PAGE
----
In addition to the negative expected value of a naive covered call selling strategy, DOV also suffer from front-running during their weekly auctions, which tends to line up with weekly expiries on major CEXes. These predictable selling patterns incentivize various hedge funds and market makers to front-run the weekly auctions by shorting short-dated options and buying them back after the predictable selling flow passes, resulting in below-market pricing for vault depositors. The price impact resulting from predictable auctions leads to alpha decay, causing reduced profitability as TVL grows.
The graph below shows the impact of DOV auctions on implied volatility: on average, implied volatility is 4 vols lower on Fridays (when DOV's typically conduct auctions) than on any other day of the week. For 1-week 10 delta calls, prices being 4 vols lower means vault depositors suffer from a decrease in APY of around 5.35% .
In conclusion, despite their claims and projected yields, simple DOV call or put selling strategies are far inferior to those employed by sophisticated traders and portfolio managers and often even compared to just buying and staking. Blindly selling volatility this way is equivalent to mining for gold specks as a volcano erupts above you.
In addition to the dubious viability of indiscriminate options selling, DOVs suffer from severe incentive misalignment between market makers, vault creators, and vault depositors. In short, the incentives of the participants are as follows:
- Vault creators: want to extract maximal performance and management fees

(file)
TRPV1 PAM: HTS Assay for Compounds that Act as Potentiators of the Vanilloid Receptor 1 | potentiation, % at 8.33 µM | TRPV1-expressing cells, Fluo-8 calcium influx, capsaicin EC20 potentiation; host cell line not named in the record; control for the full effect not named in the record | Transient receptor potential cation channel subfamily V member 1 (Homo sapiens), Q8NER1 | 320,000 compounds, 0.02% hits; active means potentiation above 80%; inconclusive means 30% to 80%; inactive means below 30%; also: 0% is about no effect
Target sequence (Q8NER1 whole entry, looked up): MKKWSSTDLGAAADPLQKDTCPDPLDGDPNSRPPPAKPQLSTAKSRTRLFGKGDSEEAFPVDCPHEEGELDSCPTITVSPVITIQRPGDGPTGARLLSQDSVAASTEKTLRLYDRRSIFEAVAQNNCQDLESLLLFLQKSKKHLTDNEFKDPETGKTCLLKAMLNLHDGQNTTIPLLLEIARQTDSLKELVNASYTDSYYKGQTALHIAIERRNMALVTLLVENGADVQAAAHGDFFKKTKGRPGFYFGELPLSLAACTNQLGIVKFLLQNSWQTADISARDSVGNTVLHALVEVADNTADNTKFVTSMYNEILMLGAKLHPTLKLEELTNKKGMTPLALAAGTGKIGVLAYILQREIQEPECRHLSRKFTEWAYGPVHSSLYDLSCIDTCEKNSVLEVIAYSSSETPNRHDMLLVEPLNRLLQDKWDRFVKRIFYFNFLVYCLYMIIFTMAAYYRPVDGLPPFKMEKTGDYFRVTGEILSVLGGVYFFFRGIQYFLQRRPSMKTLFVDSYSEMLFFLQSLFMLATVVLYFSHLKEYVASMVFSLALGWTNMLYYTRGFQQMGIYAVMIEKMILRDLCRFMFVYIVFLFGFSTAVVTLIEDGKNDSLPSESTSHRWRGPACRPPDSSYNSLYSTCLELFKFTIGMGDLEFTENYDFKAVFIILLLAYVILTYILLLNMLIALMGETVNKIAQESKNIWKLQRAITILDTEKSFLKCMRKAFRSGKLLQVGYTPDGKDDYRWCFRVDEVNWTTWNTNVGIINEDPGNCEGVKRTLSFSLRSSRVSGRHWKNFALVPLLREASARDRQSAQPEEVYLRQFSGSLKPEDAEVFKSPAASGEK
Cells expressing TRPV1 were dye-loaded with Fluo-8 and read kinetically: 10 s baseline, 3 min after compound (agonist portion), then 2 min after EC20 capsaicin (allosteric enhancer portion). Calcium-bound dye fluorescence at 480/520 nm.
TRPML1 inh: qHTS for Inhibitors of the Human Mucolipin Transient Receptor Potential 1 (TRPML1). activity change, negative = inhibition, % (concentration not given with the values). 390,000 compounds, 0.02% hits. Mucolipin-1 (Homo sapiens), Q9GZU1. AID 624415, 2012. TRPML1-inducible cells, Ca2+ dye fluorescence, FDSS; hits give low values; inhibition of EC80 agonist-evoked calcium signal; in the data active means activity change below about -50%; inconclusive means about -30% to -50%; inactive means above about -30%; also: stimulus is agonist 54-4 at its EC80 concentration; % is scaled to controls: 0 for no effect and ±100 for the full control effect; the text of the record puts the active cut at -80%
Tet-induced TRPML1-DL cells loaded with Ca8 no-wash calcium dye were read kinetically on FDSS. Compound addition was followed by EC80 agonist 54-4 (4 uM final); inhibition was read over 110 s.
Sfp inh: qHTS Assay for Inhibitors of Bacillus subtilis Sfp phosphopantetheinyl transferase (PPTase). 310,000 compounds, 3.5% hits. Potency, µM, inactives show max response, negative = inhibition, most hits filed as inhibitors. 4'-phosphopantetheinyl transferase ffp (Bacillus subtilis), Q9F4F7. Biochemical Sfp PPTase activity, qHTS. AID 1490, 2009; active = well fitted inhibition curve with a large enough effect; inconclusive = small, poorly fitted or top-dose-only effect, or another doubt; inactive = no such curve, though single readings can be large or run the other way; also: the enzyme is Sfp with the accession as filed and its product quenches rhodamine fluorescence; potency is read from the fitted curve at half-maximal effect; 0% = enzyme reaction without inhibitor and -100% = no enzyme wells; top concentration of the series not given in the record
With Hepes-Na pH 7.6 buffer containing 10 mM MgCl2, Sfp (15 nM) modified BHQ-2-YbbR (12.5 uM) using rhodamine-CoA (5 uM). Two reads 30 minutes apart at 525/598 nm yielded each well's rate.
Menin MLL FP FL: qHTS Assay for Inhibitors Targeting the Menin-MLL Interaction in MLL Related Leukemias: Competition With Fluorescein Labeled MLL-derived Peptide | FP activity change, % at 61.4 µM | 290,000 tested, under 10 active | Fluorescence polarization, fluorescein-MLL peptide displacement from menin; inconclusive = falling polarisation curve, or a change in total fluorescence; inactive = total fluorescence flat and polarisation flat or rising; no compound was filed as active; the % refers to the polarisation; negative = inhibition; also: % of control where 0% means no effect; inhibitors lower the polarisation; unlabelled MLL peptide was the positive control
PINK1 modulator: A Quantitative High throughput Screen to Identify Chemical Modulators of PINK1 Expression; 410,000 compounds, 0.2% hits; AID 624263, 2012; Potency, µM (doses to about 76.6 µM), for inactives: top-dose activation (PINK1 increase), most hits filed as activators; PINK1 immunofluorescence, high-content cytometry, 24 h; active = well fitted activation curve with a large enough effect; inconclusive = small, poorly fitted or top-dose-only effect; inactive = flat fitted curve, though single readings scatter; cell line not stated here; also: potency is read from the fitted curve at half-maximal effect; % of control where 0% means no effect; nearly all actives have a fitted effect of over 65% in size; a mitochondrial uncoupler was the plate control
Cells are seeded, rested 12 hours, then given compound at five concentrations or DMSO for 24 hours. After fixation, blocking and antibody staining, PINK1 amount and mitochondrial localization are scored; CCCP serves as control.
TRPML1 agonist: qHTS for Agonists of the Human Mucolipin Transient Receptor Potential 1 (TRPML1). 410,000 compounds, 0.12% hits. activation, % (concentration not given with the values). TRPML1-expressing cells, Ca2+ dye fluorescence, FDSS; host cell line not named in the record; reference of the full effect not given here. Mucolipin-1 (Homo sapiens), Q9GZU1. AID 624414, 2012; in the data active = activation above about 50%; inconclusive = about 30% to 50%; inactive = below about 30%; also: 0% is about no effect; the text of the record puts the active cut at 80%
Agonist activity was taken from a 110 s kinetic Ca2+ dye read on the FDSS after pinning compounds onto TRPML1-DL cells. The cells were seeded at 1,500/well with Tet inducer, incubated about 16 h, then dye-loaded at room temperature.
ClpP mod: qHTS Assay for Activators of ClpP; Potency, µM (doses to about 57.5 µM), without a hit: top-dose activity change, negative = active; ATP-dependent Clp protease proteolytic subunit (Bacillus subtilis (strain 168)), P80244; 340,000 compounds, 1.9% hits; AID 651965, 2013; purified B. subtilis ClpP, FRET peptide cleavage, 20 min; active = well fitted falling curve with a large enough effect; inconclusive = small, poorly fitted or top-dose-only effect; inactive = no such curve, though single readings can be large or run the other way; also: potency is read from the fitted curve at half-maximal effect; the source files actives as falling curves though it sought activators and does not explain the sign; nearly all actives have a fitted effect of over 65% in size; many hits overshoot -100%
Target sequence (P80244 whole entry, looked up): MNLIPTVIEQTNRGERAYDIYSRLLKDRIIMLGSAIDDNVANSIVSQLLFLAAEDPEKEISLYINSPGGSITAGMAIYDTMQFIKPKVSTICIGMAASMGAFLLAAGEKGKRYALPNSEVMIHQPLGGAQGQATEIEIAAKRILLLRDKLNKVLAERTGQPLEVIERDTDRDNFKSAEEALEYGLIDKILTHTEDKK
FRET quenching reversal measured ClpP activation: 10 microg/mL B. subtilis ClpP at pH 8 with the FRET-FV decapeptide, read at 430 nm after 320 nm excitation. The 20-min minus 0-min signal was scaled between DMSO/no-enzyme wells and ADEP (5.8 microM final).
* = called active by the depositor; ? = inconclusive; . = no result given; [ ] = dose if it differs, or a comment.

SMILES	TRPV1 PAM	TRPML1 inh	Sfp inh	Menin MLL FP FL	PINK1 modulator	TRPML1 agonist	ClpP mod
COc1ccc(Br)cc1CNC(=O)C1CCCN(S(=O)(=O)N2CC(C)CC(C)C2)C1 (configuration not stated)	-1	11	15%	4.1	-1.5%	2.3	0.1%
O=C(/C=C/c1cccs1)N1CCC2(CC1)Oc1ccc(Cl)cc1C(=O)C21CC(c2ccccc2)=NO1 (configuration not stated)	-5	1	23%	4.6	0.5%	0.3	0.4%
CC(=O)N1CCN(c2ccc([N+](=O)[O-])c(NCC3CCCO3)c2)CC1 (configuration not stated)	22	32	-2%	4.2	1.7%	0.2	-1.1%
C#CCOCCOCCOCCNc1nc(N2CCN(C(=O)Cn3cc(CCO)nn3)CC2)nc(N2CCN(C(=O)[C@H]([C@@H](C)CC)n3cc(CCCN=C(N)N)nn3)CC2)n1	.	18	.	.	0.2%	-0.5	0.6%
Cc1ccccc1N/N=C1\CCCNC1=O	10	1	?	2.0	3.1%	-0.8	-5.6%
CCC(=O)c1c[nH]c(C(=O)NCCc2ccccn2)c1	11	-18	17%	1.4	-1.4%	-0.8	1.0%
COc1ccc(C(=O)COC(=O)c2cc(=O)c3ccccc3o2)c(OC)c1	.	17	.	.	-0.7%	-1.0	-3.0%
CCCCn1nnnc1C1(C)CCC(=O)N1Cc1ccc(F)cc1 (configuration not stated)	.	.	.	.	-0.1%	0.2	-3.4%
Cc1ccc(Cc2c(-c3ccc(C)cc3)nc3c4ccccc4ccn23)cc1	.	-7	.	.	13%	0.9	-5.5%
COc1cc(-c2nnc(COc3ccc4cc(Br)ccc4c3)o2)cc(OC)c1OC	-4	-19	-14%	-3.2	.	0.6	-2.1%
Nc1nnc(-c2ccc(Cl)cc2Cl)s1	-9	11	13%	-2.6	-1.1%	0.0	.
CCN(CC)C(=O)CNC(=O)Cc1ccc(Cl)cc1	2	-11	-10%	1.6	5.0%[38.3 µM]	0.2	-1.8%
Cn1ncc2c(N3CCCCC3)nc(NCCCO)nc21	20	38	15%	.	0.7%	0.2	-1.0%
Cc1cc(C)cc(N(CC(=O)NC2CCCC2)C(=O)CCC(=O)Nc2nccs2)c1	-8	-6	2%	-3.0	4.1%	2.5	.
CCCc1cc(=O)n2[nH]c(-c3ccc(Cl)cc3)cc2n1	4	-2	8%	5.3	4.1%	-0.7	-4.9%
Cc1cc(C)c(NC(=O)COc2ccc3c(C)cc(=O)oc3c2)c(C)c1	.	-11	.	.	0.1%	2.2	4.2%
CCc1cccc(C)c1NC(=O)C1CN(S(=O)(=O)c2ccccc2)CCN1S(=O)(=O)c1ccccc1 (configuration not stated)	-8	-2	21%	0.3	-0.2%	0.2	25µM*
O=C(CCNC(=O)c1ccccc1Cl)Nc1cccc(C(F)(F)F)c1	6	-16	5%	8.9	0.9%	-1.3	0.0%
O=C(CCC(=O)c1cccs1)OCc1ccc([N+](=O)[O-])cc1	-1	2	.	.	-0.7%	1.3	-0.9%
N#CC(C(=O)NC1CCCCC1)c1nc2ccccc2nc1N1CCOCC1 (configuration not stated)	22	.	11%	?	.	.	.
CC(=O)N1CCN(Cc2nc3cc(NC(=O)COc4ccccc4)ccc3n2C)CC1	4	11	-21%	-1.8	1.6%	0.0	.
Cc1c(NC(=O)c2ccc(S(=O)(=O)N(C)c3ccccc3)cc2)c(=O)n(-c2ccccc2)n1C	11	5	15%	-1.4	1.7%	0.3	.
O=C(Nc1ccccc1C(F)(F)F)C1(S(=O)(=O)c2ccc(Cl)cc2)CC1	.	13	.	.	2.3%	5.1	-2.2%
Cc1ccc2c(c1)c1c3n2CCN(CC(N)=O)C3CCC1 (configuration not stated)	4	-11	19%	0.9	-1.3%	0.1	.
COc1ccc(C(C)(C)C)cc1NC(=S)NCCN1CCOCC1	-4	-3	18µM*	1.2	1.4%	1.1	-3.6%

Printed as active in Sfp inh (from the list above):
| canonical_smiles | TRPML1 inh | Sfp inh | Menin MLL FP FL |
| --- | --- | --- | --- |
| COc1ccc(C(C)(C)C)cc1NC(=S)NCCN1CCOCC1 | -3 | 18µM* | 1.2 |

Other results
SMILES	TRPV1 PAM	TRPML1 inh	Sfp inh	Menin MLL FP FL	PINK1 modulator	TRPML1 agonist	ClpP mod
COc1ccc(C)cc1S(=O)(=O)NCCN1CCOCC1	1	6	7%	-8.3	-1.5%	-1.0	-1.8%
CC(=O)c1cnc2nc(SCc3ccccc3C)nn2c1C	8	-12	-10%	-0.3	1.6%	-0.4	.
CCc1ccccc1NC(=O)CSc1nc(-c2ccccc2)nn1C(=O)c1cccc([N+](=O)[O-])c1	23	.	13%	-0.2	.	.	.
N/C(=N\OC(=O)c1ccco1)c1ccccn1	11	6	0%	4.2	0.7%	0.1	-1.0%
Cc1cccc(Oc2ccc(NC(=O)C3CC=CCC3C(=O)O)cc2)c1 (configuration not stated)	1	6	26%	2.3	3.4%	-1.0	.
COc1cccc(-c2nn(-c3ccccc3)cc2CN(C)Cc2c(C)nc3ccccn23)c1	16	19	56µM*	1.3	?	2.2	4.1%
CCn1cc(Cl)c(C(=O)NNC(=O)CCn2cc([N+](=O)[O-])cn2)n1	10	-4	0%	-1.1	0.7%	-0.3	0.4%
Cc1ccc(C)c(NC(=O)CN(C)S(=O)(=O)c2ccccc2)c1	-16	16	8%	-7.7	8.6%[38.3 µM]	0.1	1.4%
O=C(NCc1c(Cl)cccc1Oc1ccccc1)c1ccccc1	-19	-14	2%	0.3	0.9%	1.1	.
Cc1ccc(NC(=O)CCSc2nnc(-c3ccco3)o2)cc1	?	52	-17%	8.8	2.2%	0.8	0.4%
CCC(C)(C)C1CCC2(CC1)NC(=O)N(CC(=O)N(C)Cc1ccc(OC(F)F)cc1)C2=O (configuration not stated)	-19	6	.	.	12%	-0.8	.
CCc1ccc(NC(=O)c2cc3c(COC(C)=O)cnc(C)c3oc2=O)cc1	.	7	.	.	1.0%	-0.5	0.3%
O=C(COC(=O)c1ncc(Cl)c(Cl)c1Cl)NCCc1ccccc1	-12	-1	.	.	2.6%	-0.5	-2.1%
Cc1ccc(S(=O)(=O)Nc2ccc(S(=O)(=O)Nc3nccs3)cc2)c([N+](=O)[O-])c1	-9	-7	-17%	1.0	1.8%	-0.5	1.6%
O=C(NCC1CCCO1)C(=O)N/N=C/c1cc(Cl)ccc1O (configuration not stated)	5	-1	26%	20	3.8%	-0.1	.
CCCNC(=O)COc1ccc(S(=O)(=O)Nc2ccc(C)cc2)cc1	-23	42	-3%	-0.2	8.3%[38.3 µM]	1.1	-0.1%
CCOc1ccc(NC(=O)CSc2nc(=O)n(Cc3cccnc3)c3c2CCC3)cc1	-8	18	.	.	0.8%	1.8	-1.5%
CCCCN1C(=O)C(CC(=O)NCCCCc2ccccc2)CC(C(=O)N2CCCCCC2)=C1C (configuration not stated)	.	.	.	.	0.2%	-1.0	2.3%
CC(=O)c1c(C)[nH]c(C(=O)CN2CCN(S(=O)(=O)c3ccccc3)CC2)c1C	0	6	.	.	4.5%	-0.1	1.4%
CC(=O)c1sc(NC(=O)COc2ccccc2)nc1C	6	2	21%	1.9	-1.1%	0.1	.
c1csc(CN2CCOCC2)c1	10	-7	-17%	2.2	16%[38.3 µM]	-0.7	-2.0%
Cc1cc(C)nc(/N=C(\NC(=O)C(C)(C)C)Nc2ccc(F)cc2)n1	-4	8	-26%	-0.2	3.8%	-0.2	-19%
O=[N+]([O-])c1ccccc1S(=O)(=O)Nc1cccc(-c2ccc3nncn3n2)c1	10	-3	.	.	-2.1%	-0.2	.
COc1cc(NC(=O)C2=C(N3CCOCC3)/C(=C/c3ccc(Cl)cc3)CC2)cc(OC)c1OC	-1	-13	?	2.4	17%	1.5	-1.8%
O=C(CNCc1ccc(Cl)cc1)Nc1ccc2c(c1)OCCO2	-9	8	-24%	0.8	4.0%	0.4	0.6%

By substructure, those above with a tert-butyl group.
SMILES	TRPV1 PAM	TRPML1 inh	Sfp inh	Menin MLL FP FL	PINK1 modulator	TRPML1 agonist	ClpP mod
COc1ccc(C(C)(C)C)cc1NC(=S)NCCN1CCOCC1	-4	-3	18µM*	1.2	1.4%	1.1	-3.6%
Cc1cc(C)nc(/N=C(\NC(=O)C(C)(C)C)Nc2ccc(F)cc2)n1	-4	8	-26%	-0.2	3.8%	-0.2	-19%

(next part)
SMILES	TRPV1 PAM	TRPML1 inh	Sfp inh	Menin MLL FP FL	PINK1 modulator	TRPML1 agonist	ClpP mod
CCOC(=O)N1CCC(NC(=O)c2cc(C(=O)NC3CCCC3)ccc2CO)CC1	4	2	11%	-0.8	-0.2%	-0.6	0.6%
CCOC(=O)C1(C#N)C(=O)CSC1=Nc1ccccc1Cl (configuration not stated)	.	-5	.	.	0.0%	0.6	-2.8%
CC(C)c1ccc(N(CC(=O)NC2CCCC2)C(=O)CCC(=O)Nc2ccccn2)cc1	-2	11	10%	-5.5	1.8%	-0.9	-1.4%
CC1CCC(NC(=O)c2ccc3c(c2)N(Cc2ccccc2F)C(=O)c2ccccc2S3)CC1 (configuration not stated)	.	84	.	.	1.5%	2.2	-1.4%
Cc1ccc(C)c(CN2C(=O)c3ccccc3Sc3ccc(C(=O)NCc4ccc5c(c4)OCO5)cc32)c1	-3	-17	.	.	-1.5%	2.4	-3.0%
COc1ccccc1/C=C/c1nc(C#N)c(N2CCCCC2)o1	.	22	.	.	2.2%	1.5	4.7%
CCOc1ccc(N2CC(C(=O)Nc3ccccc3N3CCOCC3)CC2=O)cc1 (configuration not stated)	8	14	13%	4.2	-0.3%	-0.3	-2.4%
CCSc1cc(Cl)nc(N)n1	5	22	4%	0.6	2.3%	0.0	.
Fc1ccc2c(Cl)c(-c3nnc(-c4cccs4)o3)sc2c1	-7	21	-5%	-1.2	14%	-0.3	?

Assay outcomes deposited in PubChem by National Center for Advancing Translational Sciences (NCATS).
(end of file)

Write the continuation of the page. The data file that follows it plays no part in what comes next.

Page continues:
- Vault depositors: want to invest in strategies that outperform the market on a risk-adjusted basis
- Market makers: want to cheaply purchase volatility from options vaults
Market makers and vault creators are adversarial in the way that participants in any two-sided marketplace are: the buyer—in this case, market maker—wants to purchase at a low price, and the seller—the DOV—want to sell at a high price. Normally, arbitrage brings these prices into line for efficient markets. No such mechanism exists for DOVs, though, since vault depositors are forced to sell to the highest bidder, and the universe of bidders is limited to the set of market makers allowed to participate in DOV auctions. Given DOVs do not provide any form of secondary liquidity for offloading inventory, market makers are only incentivized to purchase options at below “fair-value” prices, which is negative EV for vault depositors. Over time, though DOV pricing ought to improve as increased market maker participation makes the auctions more competitive and vaults adopt more non-standard expiries.
A greater issue is the misalignment between vault creators and vault depositors. The incentives of vault creators are at odds with depositors, given the primary incentive of vault creators is to maximize the fees they can capture. This misalignment is illustrated in the “performance” fee model employed by vaults.
DOVs typically charge their users a fee on the option premium, incentivizing vaults to sell as many options as possible, with frequent auto-rolling. For example, call selling vaults typically charge performance fees whenever the call option that was sold expires out of the money. However, if the price of the underlying asset falls drastically, the call option would still expire out-of-the-money, yet the vault would still be able to charge “performance fees” despite the user losing a majority of their principal in USD-terms. If the price of the underlying asset increases to the extent the call options expire way ITM—causing a significant loss of the underlying vault collateral—the vault could still collect fees next week by simply rolling the strategy and selling new calls at a higher strike price. This weekly rolling means that the vault can charge users a 10% performance fee on a strategy that, in the previous week, may have lost 20% of the vault collateral.